I am running random forest in R in parallel

x <- matrix(runif(500), 100)
y <- gl(2, 50)

Parallel execution (took 73 sec)

rf <- foreach(ntree=rep(25000, 6), .combine=combine, .packages='randomForest') %dopar%
randomForest(x, y, ntree=ntree) 

Sequential execution (took 82 sec)

rf <- foreach(ntree=rep(25000, 6), .combine=combine) %do%
randomForest(x, y, ntree=ntree) 

In parallel execution, the tree generation is pretty quick like 3-7 sec, but the rest of the time is consumed in combining the results (combine option). So, its only worth to run parallel execution is the number of trees are really high. Is there any way I can tweak "combine" option to avoid any calculation at each node which I dont need and make it more faster

PS. Above is just an example of data. In real I have some 100 thousands features for some 100 observations.

5 Answers 5


Setting .multicombine to TRUE can make a significant difference:

rf <- foreach(ntree=rep(25000, 6), .combine=randomForest::combine,
              .multicombine=TRUE, .packages='randomForest') %dopar% {
    randomForest(x, y, ntree=ntree)

This causes combine to be called once rather than five times. On my desktop machine, this runs in 8 seconds rather than 19 seconds.

  • 3
    .combine=combine shoud better be .combine=randomForest::combine as there is dplyr::combine as well which leads to issues
    – deann
    Sep 21, 2018 at 13:01
  • Hey @Steve Weston, do you know how one might generalize this form to work within a sourced script? I've been stackoverflow stalking you on parallelization issues in R for a couple days, and its clear to me that if any one knows how to do this it would be you. Jan 29, 2019 at 17:44
  • You'll want to use %dorng% from the doRNG package, instead of %dopar%, to ensure the different processors use different seeds.
    – Eden
    Sep 27, 2022 at 16:56

Are you aware that the caret package can do a lot of the hand-holding for parallel runs (as well as data prep, summaries, ...) for you?

Ultimately, of course, if there are some costly operations left in the random forest computation itself, there is little you can do as Andy spent quite a few years on improving it. I would expect few to no low-hanging fruits to be around for the picking...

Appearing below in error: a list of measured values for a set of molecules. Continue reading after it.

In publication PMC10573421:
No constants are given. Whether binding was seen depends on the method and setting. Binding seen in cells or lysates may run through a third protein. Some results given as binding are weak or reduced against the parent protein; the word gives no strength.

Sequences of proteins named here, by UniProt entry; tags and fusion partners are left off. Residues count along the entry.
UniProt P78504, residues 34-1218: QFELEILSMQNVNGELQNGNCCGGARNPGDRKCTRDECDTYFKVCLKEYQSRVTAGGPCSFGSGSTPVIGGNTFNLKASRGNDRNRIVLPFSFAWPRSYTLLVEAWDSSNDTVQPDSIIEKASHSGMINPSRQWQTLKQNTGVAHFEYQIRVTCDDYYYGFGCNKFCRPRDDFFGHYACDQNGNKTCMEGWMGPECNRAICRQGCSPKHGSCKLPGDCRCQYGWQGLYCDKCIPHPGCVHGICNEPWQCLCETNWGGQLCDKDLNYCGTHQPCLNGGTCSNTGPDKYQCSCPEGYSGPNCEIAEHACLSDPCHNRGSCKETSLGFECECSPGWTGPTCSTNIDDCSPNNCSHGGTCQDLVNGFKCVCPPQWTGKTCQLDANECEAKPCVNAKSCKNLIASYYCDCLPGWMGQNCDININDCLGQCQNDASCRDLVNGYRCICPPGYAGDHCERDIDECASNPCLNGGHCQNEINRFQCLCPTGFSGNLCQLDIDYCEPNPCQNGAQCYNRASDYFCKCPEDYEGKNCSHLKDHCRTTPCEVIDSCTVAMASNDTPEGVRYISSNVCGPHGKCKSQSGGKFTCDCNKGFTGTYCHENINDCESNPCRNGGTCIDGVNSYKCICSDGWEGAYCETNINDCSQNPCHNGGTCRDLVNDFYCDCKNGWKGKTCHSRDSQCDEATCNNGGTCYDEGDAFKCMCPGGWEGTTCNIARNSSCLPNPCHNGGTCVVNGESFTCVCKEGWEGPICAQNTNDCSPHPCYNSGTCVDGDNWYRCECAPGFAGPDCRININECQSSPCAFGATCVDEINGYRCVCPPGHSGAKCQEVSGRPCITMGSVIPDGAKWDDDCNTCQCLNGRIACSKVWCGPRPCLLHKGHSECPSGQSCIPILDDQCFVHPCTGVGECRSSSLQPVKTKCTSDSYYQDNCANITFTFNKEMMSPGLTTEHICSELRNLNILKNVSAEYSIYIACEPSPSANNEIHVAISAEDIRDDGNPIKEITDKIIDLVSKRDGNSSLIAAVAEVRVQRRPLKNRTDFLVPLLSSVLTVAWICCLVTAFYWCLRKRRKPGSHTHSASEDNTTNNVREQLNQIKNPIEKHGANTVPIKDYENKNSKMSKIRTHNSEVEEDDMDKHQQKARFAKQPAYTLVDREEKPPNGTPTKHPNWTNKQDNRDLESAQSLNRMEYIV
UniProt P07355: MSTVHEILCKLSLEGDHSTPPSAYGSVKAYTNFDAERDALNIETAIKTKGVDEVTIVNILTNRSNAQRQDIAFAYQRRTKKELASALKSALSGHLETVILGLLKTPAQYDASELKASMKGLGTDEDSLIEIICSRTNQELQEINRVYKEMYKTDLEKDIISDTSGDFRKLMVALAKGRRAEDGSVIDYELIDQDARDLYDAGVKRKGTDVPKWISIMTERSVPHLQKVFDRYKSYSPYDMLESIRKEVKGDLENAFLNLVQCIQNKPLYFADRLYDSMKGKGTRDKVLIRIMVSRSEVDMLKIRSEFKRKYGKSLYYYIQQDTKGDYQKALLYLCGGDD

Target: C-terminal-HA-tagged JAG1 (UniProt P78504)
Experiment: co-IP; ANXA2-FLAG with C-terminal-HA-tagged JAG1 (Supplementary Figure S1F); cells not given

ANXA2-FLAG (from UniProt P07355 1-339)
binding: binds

H20 package can be used to solve your problem.

According to H20 documentation page H2O is "the open source math engine for big data that computes parallel distributed machine learning algorithms such as generalized linear models, gradient boosting machines, random forests, and neural networks (deep learning) within various cluster environments."

Random Forest implementation using H2O:



I wonder if the parallelRandomForest code would be helpful to you?

According to the author it ran about 6 times faster on his data set with 16 times less memory consumption.

SPRINT also has a parallel implementation here.


Depending on your CPU, you could probably get 5%-30% speed-up choosing number of jobs to match your number of registered cores matching the number of system logical cores. (sometimes it is more efficient to match number of system physical cores). If you have a generic Intel dual-core laptop with Hyper Threading(4 logical cores), then DoMC probably registered a cluster of 4 cores. Thus 2 cores will idle when iteration 5 and 6 are computed plus the extra time starting/stopping two extra jobs. It would more efficient to make only 2-4 jobs of more trees.

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